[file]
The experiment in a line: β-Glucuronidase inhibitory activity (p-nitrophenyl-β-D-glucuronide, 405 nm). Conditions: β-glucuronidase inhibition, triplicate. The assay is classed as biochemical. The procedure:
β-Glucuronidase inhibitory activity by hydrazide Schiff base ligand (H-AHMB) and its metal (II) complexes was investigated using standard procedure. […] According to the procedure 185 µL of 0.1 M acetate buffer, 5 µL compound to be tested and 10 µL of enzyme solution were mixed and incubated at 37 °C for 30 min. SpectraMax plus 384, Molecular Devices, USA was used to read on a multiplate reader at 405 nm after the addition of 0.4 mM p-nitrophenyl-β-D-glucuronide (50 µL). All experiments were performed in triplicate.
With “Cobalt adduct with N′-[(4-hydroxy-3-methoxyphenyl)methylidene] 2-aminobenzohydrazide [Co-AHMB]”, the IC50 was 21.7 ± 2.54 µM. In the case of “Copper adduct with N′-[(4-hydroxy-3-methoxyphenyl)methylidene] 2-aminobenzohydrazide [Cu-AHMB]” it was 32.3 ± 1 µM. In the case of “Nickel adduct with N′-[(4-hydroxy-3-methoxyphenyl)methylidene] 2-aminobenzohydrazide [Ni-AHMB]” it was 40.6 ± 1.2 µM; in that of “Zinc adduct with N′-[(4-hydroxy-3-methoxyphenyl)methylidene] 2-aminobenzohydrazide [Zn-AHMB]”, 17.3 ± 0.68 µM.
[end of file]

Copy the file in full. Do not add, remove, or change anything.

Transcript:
The experiment in a line: β-Glucuronidase inhibitory activity (p-nitrophenyl-β-D-glucuronide, 405 nm). Conditions: β-glucuronidase inhibition, triplicate. The assay is classed as biochemical. The procedure:
β-Glucuronidase inhibitory activity by hydrazide Schiff base ligand (H-AHMB) and its metal (II) complexes was investigated using standard procedure. […] According to the procedure 185 µL of 0.1 M acetate buffer, 5 µL compound to be tested and 10 µL of enzyme solution were mixed and incubated at 37 °C for 30 min. SpectraMax plus 384, Molecular Devices, USA was used to read on a multiplate reader at 405 nm after the addition of 0.4 mM p-nitrophenyl-β-D-glucuronide (50 µL). All experiments were performed in triplicate.
With “Cobalt adduct with N′-[(4-hydroxy-3-methoxyphenyl)methylidene] 2-aminobenzohydrazide [Co-AHMB]”, the IC50 was 21.7 ± 2.54 µM. In the case of “Copper adduct with N′-[(4-hydroxy-3-methoxyphenyl)methylidene] 2-aminobenzohydrazide [Cu-AHMB]” it was 32.3 ± 1 µM. In the case of “Nickel adduct with N′-[(4-hydroxy-3-methoxyphenyl)methylidene] 2-aminobenzohydrazide [Ni-AHMB]” it was 40.6 ± 1.2 µM; in that of “Zinc adduct with N′-[(4-hydroxy-3-methoxyphenyl)methylidene] 2-aminobenzohydrazide [Zn-AHMB]”, 17.3 ± 0.68 µM.